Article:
Friday, 22 August 2014

clarifY DNA - a new Y-SNP analysis service

clarifY DNA is a new Y-DNA analysis service from Chris Morley, a well respected citizen scientist in the genetic genealogy community who is best known for his Geno 2.0 subclade predictor and his experimental Geno 2.0 trees. The methodology is outlined in his white paper "An experimental computer-generated Y-chromosomal phylogeny, leveraging public Geno 2.0 results and the current ISOGG tree". The new service is a natural development from the Geno 2.0 tool and allows users to receive a computer-generated phylogeny based on next-generation sequencing results. The service is currently restricted to an analysis of Big Y VCF/BED files, but there are plans to add the Full Genomes test (from a text file output), and the Chromo2 test from BritainsDNA in due course. The analysis currently costs $30 which includes the initial analysis and a subscription providing further updates at least until the end of 2014.

It is first of all necessary to register for an account. Once your payment has been approved and you've uploaded your files the automated report can be generated. The reports are manually checked before being uploaded to the website and I understand the turnaround is usually within 24 hours though is often much quicker. Once the report is ready you can download the PDF file from the phylogenetic reports menu.
Here is the tree generated from my dad's Big Y files.
The tree is very clear and easy to understand.  It builds on the good work of the ISOGG Y-SNP tree but also provides a more provisional perspective. clarifYDNA communicates which aspects are accepted, which aspects are provisional, and which aspects are most in need of further investigation. The tree is also a vast improvement on the current Family Tree DNA haplotree. The FTDNA tree was produced in partnership with the Genographic Project but the cut-off date was November 2013 and the tree does not include any of the new SNPs identified from testing with Big Y, Full Genomes and Chromo 2. The FTDNA tree still shows my dad's most downstream SNP as Z12 (a branch of R1b-U106), yet he had already tested positive for Z12 prior to taking the Big Y test.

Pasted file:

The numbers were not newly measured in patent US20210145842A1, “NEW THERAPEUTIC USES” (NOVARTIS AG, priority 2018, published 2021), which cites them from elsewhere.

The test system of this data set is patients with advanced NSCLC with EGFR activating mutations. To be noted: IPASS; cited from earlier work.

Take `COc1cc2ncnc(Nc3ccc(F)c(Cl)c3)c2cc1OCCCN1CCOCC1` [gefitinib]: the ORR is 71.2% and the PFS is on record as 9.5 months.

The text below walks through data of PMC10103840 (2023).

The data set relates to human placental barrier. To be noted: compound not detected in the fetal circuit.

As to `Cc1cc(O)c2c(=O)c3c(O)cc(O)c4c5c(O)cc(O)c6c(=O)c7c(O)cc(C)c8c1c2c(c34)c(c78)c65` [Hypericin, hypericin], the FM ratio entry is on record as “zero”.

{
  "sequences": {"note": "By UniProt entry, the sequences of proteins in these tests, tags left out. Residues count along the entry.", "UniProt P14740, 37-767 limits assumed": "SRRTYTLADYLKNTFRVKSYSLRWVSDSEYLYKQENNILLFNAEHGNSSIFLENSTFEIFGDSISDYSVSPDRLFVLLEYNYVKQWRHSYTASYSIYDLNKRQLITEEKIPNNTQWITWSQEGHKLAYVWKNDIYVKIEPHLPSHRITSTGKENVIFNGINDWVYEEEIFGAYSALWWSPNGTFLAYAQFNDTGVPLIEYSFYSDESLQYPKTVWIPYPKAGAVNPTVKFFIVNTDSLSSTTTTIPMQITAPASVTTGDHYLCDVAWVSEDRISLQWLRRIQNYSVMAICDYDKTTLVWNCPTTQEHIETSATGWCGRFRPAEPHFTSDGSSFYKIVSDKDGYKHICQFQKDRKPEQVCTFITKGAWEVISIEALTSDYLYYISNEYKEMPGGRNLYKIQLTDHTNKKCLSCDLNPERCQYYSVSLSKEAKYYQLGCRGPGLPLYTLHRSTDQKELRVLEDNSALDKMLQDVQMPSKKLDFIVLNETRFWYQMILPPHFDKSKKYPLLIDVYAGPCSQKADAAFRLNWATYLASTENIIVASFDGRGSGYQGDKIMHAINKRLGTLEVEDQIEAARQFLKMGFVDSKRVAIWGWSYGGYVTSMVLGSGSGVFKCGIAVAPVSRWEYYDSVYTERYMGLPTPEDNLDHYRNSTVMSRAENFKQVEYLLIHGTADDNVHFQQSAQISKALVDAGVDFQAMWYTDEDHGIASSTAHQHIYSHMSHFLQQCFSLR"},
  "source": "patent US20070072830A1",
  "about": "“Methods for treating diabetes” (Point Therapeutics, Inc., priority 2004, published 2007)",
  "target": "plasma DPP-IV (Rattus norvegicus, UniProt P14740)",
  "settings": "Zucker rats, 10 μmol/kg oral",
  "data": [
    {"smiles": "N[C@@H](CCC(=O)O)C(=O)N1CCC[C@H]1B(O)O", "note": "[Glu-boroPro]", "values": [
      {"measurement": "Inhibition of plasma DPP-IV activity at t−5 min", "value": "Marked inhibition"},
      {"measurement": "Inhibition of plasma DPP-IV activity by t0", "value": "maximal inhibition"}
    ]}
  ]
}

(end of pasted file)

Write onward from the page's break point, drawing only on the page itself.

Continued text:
According to the clarifY DNA analysis my dad has 18 private SNPs (all the SNPs highlighed in orange on line 14), which is the same number of private SNPs identified by the U106 project team. For genealogical purposes it is of course these private SNPs which are of the most interest and in the long term, as more people get tested, in theory we should be able to establish precisely where all these private SNPs are positioned on the tree and we will have the complete branching process of our Cruwys/Cruse/Cruise tree right down to the last few hundred years.

The report includes some of the technical details about how the algorithm works which I've reproduced here for reference:
The contents of this report were produced by a computer algorithm. This report will be frequently re-generated as more information becomes available. The pilot-scale implementation of this algorithm is able to process a dataset of over 4000 Big Y kits (over 400 real and 3600 simulated) in one run. 
clarifY DNA’s automation capabilities analyse large Y-SNP datasets with great speed, great accuracy and great comprehensiveness. These facets are critical for: helping a testing company’s customers make informed SNP-ordering decisions; uniting customers and/or research participants with their most meaningful patrilineal matches; and, overall, scientific progress, customer satisfaction and further growth. 
All in all, clarifY DNA’s software is the key to truly realising the “Y Tree” in “Family Tree”.
The phylogenetic algorithm employed here was initially developed in June 2013 for Geno 2.0 data; see http://ytree.morleydna.com/experimental-phylogeny for similar reports (from an earlier version of the phylogenetic algorithm) leveraging public Geno 2.0 data. While this report represents a large advance over existing Y-DNA trees, please treat some aspects of this report as experimental and preliminary; some enhancements specific to next-generation sequencing have not been exhaustively tested, and there are several discrepancies over the definitions of high-level SNPs.